William Elliott Whitmore – Ashes to Dust

There is a definite fetish with American roots music today. Not only in the popular realm, with the recent frenzy produced over the O Brother, Where Art Thou soundtrack and Emmy Lou Harris’ new recording, but also in independent music. William Elliott Whitmore is nothing if not rootsy. He doesn’t have the Flannery O’Conner meets Nick Cave gothic stoicism of 16 Horsepower or the indie sensibilities of Blanche, but he feels much more authentic than either.

His boozy drawl crawls straight from the south, from his home on a horse ranch along the banks of the Mississippi. It is so spiritually laden, a hoarse cry for God, that it would sound equally in place on a scratchy southern gospel 78. Whitmore’s music also has the same stripped down verve of that early music. Most of it is just vocals and guitar with a bit of foot tapping, hand clapping or tambourine to provide a rhythm.

Whitmore sounds like he has seen the dirtiest, roughest part of the world. Like many of the roots throwbacks recording today, Whitmore has a sense of the melancholic. While it could be compared to a southern folk spiritual, songs like “The Day the End Finally Came” evoke the wrath of a mighty God, impersonal and fiery, breathing down the neck of the sinner. Most of the songs titles are equally imbued with southern gothic: “Diggin’ My Grave,” “The Buzzards Won’t Cry,” “Sorest of Eyes.”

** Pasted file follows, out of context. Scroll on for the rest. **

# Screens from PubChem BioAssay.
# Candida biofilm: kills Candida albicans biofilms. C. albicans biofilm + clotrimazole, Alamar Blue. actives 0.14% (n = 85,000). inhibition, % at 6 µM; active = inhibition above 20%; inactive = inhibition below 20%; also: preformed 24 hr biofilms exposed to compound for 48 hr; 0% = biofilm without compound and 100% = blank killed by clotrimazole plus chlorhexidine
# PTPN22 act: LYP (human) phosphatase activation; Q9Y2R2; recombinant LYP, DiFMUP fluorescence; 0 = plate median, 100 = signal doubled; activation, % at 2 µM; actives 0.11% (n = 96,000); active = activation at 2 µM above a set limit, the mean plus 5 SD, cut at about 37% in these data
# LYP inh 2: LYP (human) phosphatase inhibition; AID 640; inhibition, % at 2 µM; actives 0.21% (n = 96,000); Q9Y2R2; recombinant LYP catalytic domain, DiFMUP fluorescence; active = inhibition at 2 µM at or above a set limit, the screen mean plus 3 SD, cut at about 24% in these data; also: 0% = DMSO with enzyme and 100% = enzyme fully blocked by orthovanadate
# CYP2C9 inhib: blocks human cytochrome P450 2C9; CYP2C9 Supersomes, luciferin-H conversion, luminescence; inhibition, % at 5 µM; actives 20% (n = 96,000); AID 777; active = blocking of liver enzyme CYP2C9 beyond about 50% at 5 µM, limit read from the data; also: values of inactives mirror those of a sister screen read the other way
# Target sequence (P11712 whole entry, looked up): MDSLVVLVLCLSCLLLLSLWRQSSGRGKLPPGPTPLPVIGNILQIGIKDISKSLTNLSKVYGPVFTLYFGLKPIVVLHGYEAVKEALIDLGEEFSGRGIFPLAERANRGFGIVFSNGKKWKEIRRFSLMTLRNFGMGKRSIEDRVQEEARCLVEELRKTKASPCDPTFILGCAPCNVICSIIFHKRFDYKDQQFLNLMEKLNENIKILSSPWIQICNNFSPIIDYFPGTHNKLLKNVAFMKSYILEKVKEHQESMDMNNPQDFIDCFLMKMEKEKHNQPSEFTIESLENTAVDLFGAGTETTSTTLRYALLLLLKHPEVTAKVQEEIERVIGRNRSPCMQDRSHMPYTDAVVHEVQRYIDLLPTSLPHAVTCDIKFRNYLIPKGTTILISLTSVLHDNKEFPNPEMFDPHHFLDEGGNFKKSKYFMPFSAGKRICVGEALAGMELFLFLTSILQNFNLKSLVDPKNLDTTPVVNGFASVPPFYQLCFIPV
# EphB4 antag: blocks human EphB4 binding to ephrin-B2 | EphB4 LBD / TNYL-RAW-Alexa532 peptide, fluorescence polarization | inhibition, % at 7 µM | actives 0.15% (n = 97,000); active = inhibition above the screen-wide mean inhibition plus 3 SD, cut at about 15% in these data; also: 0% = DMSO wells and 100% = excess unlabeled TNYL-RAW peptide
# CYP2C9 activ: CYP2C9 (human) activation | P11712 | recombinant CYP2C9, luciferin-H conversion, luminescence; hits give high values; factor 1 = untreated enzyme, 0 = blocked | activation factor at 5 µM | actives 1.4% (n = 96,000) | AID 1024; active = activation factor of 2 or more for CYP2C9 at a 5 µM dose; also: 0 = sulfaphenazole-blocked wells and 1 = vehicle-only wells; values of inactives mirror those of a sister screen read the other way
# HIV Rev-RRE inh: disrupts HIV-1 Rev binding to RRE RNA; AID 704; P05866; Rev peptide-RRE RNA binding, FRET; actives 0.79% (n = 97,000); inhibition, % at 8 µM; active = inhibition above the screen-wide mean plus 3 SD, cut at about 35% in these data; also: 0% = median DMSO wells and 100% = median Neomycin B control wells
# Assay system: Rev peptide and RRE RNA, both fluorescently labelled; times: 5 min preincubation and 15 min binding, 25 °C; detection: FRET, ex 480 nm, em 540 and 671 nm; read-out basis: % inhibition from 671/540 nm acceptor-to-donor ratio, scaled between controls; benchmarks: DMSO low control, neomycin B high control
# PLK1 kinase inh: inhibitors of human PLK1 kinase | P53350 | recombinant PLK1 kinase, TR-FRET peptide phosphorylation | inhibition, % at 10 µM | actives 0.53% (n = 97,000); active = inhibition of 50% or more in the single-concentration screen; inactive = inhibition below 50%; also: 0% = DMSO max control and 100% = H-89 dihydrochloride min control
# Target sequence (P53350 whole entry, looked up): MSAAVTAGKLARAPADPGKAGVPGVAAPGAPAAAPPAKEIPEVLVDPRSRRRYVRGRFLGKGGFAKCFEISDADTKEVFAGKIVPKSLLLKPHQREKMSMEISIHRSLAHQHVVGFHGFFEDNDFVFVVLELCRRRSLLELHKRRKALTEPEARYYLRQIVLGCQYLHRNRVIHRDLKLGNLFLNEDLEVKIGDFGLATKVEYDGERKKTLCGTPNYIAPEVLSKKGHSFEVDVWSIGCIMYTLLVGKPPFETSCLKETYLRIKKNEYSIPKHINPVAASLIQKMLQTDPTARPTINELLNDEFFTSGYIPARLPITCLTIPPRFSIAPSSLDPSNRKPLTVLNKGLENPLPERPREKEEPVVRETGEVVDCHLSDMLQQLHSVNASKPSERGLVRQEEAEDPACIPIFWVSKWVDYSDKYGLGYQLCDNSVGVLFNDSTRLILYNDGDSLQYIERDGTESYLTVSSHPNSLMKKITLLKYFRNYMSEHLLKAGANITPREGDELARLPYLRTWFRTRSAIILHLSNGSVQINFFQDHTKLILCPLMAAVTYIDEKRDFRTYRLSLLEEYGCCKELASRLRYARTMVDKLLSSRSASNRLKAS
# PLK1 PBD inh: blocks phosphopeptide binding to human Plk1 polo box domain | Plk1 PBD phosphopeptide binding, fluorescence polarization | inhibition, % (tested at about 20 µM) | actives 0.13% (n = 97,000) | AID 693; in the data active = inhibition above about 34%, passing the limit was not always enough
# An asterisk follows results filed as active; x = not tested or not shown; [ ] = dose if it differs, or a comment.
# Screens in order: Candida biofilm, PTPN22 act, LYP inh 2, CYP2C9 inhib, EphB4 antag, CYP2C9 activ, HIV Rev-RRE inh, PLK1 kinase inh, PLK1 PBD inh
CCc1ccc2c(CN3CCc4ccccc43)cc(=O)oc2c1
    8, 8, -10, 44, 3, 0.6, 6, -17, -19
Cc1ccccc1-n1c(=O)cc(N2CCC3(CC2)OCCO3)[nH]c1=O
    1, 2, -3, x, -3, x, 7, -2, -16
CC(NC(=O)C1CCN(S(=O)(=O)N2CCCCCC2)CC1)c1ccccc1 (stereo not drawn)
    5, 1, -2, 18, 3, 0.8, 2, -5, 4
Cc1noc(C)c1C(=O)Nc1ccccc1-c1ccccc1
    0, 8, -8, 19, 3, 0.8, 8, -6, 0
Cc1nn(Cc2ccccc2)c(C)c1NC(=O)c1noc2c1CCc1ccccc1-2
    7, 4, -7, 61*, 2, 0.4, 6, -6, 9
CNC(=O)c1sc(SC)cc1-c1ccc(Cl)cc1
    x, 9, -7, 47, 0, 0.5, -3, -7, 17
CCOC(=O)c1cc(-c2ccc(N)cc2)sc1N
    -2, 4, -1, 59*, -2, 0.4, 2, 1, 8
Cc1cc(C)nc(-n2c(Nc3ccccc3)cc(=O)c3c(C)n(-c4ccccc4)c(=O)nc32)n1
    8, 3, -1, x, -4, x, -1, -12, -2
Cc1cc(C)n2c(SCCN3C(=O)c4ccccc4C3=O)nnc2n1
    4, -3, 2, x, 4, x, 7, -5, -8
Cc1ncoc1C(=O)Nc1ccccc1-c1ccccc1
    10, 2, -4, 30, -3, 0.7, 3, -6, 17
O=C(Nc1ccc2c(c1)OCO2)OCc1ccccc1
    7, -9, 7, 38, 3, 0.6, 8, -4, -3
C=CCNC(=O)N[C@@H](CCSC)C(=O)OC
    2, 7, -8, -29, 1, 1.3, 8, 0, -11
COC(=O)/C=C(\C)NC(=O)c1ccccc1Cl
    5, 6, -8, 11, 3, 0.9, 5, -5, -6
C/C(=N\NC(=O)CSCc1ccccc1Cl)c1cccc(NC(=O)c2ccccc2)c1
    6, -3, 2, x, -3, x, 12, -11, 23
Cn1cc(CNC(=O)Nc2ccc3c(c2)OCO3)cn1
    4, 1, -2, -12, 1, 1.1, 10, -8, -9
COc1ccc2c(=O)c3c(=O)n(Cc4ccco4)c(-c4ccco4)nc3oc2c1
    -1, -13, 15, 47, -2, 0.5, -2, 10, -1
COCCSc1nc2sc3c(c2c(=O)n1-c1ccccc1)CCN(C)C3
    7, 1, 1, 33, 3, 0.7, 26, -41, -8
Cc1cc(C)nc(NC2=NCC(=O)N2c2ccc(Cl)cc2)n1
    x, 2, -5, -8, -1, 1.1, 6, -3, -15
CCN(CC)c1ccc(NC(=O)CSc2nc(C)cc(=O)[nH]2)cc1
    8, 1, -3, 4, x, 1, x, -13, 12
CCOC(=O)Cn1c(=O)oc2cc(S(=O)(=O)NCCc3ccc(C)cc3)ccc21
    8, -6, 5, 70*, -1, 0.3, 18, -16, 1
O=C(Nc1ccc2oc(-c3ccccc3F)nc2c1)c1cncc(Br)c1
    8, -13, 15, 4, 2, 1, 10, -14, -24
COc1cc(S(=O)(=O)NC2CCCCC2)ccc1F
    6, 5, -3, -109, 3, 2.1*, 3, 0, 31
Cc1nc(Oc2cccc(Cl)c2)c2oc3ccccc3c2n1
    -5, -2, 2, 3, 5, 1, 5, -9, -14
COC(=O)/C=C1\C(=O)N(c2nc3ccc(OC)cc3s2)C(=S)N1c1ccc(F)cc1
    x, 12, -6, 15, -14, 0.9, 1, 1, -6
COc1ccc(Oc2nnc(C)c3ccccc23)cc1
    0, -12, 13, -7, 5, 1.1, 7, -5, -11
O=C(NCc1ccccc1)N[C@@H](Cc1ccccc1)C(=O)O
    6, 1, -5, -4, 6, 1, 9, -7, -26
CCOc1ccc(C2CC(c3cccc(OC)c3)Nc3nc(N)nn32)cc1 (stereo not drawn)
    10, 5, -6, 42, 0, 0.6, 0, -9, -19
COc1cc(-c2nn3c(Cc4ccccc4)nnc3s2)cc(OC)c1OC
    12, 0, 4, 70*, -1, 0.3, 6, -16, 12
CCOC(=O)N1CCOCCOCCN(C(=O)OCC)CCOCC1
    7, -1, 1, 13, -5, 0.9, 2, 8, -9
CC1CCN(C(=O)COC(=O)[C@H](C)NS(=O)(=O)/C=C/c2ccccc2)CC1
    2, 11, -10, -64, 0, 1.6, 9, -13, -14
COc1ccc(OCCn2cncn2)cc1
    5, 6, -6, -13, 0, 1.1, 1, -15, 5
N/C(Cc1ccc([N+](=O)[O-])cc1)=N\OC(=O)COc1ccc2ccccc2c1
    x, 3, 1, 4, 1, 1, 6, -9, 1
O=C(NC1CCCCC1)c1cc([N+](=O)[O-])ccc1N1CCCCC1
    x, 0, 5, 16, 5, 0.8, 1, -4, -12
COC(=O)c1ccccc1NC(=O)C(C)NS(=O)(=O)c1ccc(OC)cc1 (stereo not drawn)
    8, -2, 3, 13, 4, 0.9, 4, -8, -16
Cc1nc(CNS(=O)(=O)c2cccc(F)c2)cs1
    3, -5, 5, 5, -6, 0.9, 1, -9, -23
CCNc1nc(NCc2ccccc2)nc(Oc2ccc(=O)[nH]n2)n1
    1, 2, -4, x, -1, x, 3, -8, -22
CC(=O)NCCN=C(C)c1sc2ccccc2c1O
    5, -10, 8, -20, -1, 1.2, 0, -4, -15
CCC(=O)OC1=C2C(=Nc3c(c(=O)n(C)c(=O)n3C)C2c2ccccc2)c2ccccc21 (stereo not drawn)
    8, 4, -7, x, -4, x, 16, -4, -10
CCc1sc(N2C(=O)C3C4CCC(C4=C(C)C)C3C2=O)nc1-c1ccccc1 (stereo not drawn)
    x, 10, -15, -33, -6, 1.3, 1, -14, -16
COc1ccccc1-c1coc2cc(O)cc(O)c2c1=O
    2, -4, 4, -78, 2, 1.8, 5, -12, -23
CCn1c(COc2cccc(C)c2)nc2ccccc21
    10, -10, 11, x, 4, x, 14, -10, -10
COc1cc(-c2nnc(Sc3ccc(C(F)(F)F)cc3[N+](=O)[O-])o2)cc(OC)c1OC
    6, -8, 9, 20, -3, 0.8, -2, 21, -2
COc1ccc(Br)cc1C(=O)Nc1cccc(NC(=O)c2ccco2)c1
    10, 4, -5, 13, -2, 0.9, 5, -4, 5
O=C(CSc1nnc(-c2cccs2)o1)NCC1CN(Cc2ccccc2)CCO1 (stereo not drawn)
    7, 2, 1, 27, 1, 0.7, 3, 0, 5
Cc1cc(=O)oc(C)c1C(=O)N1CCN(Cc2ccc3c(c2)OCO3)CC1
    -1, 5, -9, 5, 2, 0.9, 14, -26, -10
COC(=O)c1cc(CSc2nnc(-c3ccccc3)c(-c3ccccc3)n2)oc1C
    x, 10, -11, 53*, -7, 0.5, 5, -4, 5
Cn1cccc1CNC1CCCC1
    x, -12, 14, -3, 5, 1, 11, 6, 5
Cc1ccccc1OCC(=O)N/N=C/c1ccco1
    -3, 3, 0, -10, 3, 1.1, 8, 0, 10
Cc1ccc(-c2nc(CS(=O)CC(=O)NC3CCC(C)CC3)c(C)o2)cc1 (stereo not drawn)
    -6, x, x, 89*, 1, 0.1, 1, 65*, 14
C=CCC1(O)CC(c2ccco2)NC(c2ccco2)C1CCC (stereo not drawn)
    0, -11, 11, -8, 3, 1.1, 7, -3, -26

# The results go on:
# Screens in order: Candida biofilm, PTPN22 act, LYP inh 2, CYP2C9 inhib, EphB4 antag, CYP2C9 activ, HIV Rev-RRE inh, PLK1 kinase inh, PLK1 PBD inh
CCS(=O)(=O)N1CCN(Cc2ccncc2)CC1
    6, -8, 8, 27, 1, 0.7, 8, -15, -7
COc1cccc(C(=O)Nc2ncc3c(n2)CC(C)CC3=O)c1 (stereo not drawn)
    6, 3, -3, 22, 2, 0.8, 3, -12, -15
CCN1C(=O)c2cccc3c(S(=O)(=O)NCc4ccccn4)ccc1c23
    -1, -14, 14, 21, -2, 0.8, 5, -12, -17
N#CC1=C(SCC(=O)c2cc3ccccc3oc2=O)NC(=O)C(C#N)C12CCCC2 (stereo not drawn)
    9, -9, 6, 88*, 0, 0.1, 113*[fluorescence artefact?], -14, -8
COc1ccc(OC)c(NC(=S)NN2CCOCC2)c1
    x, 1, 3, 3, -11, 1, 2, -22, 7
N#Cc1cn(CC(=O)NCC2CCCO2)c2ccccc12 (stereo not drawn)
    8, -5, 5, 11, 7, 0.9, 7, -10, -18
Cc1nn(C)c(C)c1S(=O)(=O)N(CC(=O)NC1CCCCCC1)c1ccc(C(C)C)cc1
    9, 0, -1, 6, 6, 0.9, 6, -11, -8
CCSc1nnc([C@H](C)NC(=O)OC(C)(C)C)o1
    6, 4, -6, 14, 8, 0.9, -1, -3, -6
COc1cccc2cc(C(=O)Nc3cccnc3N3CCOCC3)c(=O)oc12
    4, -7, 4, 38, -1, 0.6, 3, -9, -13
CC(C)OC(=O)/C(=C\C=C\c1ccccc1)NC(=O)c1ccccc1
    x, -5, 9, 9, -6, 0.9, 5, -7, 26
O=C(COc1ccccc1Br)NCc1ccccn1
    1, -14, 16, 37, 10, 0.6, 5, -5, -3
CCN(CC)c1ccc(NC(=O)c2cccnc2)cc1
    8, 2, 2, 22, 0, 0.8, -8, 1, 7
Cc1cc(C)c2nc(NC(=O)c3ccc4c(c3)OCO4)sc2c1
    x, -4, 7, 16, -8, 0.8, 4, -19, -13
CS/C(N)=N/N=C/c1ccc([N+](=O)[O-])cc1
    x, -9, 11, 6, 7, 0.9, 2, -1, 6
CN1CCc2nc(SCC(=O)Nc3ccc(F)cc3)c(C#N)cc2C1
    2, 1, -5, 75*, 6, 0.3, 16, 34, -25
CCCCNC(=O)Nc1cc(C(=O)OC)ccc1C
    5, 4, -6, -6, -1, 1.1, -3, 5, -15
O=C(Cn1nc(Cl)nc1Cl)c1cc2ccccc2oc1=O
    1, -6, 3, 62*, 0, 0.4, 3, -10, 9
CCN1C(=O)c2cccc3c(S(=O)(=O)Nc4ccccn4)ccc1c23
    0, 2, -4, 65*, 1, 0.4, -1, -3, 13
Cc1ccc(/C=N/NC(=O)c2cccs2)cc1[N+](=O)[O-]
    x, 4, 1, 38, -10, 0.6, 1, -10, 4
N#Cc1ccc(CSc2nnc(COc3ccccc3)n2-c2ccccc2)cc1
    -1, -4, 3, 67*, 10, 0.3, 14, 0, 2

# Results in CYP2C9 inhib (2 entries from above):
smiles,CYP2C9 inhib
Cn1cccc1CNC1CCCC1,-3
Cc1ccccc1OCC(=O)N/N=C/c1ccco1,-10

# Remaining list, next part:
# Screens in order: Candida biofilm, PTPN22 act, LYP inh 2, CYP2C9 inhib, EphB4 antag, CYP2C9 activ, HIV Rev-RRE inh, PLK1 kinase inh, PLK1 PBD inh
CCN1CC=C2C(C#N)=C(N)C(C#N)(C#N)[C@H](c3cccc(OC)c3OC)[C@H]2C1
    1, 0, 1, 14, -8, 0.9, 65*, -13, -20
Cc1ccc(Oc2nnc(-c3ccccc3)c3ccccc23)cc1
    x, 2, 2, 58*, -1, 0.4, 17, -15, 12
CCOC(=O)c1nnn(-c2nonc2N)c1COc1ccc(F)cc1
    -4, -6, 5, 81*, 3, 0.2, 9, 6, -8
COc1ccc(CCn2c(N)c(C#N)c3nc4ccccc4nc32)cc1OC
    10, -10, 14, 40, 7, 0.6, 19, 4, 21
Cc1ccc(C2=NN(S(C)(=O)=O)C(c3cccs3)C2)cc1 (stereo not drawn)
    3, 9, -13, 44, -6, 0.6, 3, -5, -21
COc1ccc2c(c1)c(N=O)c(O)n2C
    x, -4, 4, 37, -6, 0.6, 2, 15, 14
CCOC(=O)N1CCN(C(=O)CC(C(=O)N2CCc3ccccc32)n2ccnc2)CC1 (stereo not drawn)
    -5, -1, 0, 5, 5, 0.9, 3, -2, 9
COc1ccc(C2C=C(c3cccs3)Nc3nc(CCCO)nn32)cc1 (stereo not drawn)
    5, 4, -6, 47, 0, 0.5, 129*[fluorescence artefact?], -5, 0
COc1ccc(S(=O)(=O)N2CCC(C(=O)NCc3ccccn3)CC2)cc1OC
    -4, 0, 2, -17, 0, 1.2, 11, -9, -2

What more should one expect from an album titled Ashes to Dust? It is refreshing in a world where the general feel is a euphoria of denial to hear songs that stare death in the face. And Whitmore acknowledges that all of humanity is to blame for this cold world on a personal level: “I’m digging my grave, I’m digging my grave / My road to hell is surely paved with all the love I never gave.”

But, not unlike life itself, there is always some joy to be found. On this album it comes in the form of the foot-stomping reverie “Lift My Jug (song for Hub Cale).” The song, so I read, is inspired by the first true hobo Whitmore ever met, a man of the railway and of the night sky. The song is an ode to human perseverance (and the alcoholic beverages that aid our plight) and its optimism in the face of adversity is enough to make Sisyphus take heart. Ashes to Dust is a collection of hymns to the human spirit, crushed and bedraggled as it is.

(Southern Records)